Grow your Email List by Optimizing your Subscribe Forms

Have you ever read your own posts on your phone? 80% of users are mobile after all. Do you even remember seeing your own subscribe forms?

Chances are that unless you were looking for them, you passed by them without even seeing them, especially if you have ads on your site. In fact, go to a few sites and scroll through their posts. Did you see their sign up forms?

In a world where we are so used to ads, our brains have an amazing ability to filter out what we don’t want to see. This means that for your blog, your readers will only see what their brain registers as your site. And unless you have made this a focus, your forms probably get sorted by the brain as an “ad” and not even seen.

Why dedicate a whole post to subscribe forms? Well, any pro blogger will go on and on about how important it is to grow your email list. Email addresses give you the ability to directly communicate with your readers. A very powerful tool once you have a gigantic email list. Not only can you generate traffic to new posts but eventually promote and sell through your email list too.

So, let’s start getting you subscribers by improving your forms.

Disclaimer: Through no additional cost to you, I may be compensated from affiliate links included in this post. Learn more here.

10 Tips to Increase Subscribe Form Conversion Rate

1. The reader needs to know it’s you

In order to get any clicks on your subscribe form, the reader must know it’s your form. To do this, stick to only using your brand. What do I mean by that? Here is a list of items you can use:

  • Your logo
  • Your face
  • Your colors
  • Your fonts

A lot of people think that they should use a really loud color or make the form stand out. While this might make it stand out, unless the reader can tell instantaneously that it is your content, they will ignore it.

Again, another mistake I see is that bloggers will try to make the form “beautiful” by adding a background photo. The form is beautiful but unfortunately most of the times, the form will go “unseen” because it looks like an ad. Simple, in a lot of cases, is better. For instance, pick one of your brand colors as the background of the form instead.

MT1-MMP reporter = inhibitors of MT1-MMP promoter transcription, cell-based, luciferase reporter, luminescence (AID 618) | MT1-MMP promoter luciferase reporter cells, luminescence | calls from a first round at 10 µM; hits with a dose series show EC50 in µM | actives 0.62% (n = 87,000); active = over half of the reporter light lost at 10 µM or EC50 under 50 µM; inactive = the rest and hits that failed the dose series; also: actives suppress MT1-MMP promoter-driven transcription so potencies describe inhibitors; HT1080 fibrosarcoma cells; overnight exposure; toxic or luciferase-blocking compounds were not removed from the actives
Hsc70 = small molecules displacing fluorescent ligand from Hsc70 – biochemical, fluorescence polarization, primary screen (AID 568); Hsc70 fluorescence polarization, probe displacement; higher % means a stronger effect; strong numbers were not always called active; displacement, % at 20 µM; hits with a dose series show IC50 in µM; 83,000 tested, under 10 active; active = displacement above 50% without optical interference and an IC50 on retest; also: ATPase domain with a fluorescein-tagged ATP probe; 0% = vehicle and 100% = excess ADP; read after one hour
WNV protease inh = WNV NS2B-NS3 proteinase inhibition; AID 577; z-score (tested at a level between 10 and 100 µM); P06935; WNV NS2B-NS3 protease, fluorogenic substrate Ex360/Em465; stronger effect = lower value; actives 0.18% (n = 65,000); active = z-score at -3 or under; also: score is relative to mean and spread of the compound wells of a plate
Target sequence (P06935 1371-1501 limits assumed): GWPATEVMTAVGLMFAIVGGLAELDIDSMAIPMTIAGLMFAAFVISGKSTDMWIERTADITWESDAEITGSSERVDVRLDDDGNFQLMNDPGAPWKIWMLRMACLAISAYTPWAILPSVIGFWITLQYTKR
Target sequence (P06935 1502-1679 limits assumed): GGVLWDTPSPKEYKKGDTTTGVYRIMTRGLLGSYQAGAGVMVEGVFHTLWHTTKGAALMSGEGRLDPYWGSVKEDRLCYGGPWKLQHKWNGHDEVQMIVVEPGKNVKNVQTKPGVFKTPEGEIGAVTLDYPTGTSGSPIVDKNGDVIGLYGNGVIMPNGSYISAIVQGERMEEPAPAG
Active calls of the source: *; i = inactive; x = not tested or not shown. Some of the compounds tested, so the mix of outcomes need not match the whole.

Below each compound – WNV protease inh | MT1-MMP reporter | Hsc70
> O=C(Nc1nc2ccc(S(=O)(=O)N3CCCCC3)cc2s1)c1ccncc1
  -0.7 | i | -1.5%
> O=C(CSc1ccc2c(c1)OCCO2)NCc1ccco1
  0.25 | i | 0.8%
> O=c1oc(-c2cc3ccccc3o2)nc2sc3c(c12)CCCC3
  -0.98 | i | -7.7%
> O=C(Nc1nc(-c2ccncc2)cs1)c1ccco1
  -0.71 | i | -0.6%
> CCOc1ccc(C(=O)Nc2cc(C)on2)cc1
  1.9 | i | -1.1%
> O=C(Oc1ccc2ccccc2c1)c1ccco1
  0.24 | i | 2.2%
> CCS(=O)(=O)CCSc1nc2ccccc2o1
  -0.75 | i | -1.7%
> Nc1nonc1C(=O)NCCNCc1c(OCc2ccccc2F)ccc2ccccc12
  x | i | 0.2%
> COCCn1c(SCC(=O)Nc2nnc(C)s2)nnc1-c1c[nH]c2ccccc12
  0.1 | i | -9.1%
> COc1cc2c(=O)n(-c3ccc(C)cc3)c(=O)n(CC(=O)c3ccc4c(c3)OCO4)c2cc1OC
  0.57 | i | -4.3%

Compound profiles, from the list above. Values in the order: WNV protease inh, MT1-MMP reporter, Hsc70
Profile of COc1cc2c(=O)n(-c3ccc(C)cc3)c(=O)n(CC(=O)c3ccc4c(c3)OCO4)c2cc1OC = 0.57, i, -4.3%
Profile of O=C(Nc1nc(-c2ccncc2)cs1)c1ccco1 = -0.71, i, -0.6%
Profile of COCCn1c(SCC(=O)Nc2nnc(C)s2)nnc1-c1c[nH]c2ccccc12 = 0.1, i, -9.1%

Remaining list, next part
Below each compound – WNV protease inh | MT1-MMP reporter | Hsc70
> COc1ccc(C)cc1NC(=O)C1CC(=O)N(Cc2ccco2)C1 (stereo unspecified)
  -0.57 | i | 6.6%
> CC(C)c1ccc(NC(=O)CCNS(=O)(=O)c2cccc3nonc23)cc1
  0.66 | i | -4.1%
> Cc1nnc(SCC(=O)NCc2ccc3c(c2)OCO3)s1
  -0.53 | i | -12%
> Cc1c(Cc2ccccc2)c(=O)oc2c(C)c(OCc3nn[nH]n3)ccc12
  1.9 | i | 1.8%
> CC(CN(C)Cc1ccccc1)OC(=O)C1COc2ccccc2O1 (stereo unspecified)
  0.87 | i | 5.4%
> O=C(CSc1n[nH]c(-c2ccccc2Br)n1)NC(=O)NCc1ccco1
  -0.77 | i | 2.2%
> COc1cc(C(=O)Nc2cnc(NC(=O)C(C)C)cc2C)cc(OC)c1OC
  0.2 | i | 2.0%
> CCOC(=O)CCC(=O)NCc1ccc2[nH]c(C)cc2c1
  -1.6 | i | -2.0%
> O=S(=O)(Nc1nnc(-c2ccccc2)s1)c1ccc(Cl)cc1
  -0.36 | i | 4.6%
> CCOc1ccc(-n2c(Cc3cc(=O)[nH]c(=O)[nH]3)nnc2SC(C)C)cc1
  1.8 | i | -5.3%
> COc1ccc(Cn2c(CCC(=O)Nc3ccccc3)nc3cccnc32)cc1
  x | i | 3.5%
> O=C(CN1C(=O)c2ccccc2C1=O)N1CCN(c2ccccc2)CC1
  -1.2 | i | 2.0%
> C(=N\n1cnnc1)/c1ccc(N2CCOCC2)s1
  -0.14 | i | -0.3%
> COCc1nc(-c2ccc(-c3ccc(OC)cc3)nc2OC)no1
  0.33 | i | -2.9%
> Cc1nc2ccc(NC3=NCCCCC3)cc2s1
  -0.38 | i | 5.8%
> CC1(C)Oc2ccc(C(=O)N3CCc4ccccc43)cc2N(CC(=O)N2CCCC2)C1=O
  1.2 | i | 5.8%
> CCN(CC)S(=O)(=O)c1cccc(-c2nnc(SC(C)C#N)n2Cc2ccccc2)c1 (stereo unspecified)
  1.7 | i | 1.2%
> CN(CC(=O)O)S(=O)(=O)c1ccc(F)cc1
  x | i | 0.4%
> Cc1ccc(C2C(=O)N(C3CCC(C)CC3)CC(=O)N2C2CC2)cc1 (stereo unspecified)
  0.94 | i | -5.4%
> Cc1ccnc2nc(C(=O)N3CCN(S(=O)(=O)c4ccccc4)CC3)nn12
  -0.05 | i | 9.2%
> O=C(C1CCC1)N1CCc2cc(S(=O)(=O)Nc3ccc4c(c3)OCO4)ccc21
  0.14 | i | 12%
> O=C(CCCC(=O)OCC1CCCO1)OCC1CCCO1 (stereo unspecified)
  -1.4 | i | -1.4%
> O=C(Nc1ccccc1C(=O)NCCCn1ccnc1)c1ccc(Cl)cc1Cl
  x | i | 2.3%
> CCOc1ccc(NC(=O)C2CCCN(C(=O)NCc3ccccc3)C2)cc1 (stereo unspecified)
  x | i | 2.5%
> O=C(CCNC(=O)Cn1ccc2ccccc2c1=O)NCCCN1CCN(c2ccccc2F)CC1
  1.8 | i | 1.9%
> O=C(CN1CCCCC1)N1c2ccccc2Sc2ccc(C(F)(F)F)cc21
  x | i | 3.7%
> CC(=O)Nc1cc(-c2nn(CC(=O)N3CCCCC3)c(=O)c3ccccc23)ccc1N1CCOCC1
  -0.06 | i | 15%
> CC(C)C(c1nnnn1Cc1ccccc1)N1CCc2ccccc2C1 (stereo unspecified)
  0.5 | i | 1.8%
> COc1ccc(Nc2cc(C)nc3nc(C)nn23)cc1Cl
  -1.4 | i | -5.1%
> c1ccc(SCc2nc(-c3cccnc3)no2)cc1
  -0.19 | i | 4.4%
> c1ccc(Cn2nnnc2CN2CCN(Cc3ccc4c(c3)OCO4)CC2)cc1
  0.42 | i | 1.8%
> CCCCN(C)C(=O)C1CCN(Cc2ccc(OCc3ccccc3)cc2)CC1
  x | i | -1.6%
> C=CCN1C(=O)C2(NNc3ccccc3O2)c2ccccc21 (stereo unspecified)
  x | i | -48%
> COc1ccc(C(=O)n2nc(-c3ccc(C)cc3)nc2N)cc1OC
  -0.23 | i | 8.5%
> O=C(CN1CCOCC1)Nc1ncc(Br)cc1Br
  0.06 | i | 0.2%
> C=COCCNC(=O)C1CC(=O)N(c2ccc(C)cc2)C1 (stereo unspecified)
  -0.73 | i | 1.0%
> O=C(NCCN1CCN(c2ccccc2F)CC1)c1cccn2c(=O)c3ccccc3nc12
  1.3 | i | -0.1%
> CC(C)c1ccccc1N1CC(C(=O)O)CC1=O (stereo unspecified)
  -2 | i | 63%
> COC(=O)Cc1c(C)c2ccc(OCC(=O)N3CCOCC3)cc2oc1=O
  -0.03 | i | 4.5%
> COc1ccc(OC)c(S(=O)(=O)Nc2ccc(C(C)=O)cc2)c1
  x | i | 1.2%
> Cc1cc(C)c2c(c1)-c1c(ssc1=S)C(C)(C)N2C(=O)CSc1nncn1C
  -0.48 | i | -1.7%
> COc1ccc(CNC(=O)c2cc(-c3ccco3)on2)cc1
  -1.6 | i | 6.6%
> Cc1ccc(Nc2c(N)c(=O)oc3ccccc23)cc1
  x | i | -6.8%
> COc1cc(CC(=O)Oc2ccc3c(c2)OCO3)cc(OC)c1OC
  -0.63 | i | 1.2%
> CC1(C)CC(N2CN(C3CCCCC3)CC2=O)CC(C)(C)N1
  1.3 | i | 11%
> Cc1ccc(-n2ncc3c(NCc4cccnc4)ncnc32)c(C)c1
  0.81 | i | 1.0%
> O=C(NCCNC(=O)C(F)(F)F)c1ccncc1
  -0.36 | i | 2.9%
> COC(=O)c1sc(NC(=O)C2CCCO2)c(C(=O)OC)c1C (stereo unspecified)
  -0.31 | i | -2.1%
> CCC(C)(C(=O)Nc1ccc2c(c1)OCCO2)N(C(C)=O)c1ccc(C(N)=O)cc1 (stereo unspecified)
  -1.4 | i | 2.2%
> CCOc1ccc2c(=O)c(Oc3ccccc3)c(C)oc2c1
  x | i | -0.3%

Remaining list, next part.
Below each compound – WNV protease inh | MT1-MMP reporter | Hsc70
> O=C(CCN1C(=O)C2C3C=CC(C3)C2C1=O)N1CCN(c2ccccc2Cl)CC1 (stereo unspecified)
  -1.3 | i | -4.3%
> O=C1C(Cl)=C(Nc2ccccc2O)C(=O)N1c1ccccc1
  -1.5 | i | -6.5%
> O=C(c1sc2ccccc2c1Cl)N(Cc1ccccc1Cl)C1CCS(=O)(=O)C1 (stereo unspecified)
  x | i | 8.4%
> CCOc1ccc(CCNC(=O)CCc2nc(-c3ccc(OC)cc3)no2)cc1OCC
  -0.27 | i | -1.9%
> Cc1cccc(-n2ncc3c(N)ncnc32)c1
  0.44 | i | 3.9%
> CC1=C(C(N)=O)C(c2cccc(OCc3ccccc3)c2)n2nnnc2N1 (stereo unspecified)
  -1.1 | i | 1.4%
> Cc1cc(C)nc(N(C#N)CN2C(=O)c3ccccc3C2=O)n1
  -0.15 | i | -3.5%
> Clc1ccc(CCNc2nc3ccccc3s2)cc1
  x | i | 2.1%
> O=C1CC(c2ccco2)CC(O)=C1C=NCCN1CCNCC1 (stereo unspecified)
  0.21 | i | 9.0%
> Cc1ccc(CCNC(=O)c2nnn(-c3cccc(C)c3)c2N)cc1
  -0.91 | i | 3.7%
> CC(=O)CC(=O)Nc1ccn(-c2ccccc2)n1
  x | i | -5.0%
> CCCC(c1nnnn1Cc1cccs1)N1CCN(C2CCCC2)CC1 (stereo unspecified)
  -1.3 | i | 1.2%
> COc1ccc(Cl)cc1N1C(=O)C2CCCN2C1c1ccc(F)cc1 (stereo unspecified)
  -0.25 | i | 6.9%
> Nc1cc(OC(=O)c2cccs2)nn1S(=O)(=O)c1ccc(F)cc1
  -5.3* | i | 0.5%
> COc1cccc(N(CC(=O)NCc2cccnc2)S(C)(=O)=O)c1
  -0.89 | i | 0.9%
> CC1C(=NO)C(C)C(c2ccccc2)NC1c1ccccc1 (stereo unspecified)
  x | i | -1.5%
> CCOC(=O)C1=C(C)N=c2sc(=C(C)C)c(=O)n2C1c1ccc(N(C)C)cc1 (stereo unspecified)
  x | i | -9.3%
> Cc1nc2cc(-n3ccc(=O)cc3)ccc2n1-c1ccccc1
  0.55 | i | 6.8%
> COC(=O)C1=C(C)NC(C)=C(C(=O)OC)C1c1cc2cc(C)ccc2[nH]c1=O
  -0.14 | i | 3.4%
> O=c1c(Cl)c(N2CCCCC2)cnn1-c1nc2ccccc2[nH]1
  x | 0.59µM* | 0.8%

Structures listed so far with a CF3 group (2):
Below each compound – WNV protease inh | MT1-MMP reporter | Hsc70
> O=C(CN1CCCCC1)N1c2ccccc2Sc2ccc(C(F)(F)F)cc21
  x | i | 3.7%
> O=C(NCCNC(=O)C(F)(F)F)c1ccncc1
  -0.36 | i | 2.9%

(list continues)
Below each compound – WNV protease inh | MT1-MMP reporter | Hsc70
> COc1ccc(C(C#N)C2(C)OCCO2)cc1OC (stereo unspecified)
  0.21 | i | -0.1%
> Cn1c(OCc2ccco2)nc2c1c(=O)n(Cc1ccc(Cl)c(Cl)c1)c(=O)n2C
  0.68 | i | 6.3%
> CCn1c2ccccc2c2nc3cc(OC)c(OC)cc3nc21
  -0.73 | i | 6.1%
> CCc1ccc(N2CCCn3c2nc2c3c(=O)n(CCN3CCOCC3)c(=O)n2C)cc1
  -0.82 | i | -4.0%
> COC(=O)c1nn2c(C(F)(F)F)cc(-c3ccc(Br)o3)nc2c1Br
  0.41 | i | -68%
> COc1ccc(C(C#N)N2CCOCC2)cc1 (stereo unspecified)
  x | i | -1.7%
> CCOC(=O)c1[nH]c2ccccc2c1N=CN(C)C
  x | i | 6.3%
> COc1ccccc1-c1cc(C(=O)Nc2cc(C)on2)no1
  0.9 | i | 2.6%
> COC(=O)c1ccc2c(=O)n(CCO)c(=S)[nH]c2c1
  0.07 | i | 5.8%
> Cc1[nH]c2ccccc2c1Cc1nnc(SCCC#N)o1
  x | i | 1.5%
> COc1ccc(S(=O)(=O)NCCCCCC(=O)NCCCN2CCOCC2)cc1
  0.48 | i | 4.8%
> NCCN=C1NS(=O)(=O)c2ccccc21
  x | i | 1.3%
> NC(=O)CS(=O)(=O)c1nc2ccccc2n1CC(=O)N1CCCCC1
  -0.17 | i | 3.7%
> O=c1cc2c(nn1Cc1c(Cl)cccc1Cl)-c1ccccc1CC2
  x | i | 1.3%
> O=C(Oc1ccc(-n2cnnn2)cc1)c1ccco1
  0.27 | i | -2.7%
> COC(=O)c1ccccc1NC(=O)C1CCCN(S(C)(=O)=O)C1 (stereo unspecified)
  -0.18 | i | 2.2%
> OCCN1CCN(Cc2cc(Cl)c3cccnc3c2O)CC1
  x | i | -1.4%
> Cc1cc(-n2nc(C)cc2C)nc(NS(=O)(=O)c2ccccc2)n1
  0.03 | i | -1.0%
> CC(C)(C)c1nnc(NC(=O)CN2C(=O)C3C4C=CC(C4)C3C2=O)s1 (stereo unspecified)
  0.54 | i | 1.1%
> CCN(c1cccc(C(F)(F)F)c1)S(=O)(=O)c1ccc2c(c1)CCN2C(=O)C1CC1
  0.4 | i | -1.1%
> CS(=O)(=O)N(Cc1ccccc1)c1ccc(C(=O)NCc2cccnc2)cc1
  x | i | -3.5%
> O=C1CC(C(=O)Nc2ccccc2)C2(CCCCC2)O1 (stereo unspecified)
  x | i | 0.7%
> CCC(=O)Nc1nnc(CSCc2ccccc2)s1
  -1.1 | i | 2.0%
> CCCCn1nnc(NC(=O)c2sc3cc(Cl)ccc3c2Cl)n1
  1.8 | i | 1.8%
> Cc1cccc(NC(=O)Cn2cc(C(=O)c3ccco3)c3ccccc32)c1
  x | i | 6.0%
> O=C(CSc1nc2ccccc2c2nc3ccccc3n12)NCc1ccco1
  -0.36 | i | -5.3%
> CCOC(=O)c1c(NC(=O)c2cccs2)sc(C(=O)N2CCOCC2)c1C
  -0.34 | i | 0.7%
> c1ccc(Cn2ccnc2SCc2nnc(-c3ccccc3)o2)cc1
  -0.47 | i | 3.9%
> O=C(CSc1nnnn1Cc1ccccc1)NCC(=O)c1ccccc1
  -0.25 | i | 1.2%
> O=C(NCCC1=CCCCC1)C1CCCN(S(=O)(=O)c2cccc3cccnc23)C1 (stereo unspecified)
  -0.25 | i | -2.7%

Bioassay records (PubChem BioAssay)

Work on your site branding, not just your form

I have a full post on how to really make your site cohesive and well branded. I mention it here because if you make your form well branded, but your site isn’t, then it won’t help you. A lot of times, the use of color throughout the site is on places like the sidebar which doesn’t show in mobile. Scroll through one of your posts on mobile and see how well your brand comes through.

Something else that is fascinating to see is that if you site is well branded and you have ads (beyond just Google Adsense), then the ads will start using your color scheme and font choices as well.

2. Click button color

If you have spent any time reading about form conversion, then you are bound to come across a lot of literature on button color. There are a lot of posts that claim certain colors performed better than others. However, you can’t get the same results from just using the same button color.

Instead, you need to focus on picking a button color that is on brand and pops. If the color stands out, then it is more likely to catch the readers eye. For example, orange will do better than a soft pink. However, you also want the form to look like your site, so you need to pick a color from your color scheme.

If all of your colors are soft, then make sure your form includes them in high volume such as the form background. You could try a soft color for the click button as well. If you aren’t seeing conversions, I would then try changing one of the colors to a darker color (soft pink to a bright pink) for a button color.

I would use a color scheme designer (search in google) and choose the monochromatic option. This will give you your color in various shades. Your form will still feel on brand due to the use of the other colors on your form.

If you do use a button color that isn’t on brand, then try adding your logo or a headshot on your form. These are ways to make sure your form isn’t seen as an ad.

3. Text on the form

I think this is the hardest part of the form. What do you write? What should you write to get people to want to sign up?

To start brainstorming, put yourself in your reader’s shoes. You just visited your site for the first time and read a post. What does that reader want that you have to offer? More importantly, what does that reader get by signing up?